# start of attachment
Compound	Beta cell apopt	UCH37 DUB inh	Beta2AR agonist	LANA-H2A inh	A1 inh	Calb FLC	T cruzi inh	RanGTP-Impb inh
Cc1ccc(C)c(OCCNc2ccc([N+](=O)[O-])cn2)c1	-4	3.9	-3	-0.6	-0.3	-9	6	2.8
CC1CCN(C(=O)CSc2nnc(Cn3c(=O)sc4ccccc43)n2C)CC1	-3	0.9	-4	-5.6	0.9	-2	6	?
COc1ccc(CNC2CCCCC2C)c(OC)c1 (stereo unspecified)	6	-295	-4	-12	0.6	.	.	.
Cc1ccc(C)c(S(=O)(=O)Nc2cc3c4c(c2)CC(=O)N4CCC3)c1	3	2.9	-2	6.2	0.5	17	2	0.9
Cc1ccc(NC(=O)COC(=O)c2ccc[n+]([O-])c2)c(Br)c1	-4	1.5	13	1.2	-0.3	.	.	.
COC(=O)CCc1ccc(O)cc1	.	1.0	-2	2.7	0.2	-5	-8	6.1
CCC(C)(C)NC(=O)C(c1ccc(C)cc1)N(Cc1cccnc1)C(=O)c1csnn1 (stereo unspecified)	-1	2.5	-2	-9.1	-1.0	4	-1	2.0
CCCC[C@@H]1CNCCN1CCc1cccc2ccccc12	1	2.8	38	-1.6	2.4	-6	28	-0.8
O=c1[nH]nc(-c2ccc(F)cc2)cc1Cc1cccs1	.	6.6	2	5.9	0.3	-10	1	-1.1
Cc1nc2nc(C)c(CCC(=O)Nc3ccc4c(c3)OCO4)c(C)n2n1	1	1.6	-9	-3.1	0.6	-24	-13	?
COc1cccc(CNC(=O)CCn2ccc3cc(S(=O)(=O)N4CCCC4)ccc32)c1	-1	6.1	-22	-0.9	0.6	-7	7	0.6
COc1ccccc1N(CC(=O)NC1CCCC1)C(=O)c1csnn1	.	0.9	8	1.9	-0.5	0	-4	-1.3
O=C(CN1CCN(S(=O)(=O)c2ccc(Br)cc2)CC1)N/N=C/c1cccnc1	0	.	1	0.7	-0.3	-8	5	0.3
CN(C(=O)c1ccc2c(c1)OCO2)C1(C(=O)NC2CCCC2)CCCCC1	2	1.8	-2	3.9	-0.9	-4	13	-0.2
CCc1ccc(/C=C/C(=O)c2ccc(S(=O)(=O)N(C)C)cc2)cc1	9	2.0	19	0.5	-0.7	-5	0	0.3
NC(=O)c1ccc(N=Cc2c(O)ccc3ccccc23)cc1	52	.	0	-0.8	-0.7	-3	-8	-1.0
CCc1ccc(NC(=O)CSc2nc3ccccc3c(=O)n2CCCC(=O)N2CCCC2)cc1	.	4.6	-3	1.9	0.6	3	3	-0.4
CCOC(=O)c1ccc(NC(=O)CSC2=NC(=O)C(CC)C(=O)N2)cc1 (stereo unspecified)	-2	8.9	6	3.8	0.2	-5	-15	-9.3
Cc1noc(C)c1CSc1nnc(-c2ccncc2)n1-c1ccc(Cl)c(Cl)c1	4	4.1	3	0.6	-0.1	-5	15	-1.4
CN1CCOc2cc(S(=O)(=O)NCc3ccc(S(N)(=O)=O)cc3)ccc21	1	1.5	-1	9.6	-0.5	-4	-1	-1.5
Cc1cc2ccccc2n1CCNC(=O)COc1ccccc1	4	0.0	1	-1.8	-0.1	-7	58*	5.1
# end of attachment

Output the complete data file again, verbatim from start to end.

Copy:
Compound	Beta cell apopt	UCH37 DUB inh	Beta2AR agonist	LANA-H2A inh	A1 inh	Calb FLC	T cruzi inh	RanGTP-Impb inh
Cc1ccc(C)c(OCCNc2ccc([N+](=O)[O-])cn2)c1	-4	3.9	-3	-0.6	-0.3	-9	6	2.8
CC1CCN(C(=O)CSc2nnc(Cn3c(=O)sc4ccccc43)n2C)CC1	-3	0.9	-4	-5.6	0.9	-2	6	?
COc1ccc(CNC2CCCCC2C)c(OC)c1 (stereo unspecified)	6	-295	-4	-12	0.6	.	.	.
Cc1ccc(C)c(S(=O)(=O)Nc2cc3c4c(c2)CC(=O)N4CCC3)c1	3	2.9	-2	6.2	0.5	17	2	0.9
Cc1ccc(NC(=O)COC(=O)c2ccc[n+]([O-])c2)c(Br)c1	-4	1.5	13	1.2	-0.3	.	.	.
COC(=O)CCc1ccc(O)cc1	.	1.0	-2	2.7	0.2	-5	-8	6.1
CCC(C)(C)NC(=O)C(c1ccc(C)cc1)N(Cc1cccnc1)C(=O)c1csnn1 (stereo unspecified)	-1	2.5	-2	-9.1	-1.0	4	-1	2.0
CCCC[C@@H]1CNCCN1CCc1cccc2ccccc12	1	2.8	38	-1.6	2.4	-6	28	-0.8
O=c1[nH]nc(-c2ccc(F)cc2)cc1Cc1cccs1	.	6.6	2	5.9	0.3	-10	1	-1.1
Cc1nc2nc(C)c(CCC(=O)Nc3ccc4c(c3)OCO4)c(C)n2n1	1	1.6	-9	-3.1	0.6	-24	-13	?
COc1cccc(CNC(=O)CCn2ccc3cc(S(=O)(=O)N4CCCC4)ccc32)c1	-1	6.1	-22	-0.9	0.6	-7	7	0.6
COc1ccccc1N(CC(=O)NC1CCCC1)C(=O)c1csnn1	.	0.9	8	1.9	-0.5	0	-4	-1.3
O=C(CN1CCN(S(=O)(=O)c2ccc(Br)cc2)CC1)N/N=C/c1cccnc1	0	.	1	0.7	-0.3	-8	5	0.3
CN(C(=O)c1ccc2c(c1)OCO2)C1(C(=O)NC2CCCC2)CCCCC1	2	1.8	-2	3.9	-0.9	-4	13	-0.2
CCc1ccc(/C=C/C(=O)c2ccc(S(=O)(=O)N(C)C)cc2)cc1	9	2.0	19	0.5	-0.7	-5	0	0.3
NC(=O)c1ccc(N=Cc2c(O)ccc3ccccc23)cc1	52	.	0	-0.8	-0.7	-3	-8	-1.0
CCc1ccc(NC(=O)CSc2nc3ccccc3c(=O)n2CCCC(=O)N2CCCC2)cc1	.	4.6	-3	1.9	0.6	3	3	-0.4
CCOC(=O)c1ccc(NC(=O)CSC2=NC(=O)C(CC)C(=O)N2)cc1 (stereo unspecified)	-2	8.9	6	3.8	0.2	-5	-15	-9.3
Cc1noc(C)c1CSc1nnc(-c2ccncc2)n1-c1ccc(Cl)c(Cl)c1	4	4.1	3	0.6	-0.1	-5	15	-1.4
CN1CCOc2cc(S(=O)(=O)NCc3ccc(S(N)(=O)=O)cc3)ccc21	1	1.5	-1	9.6	-0.5	-4	-1	-1.5
Cc1cc2ccccc2n1CCNC(=O)COc1ccccc1	4	0.0	1	-1.8	-0.1	-7	58*	5.1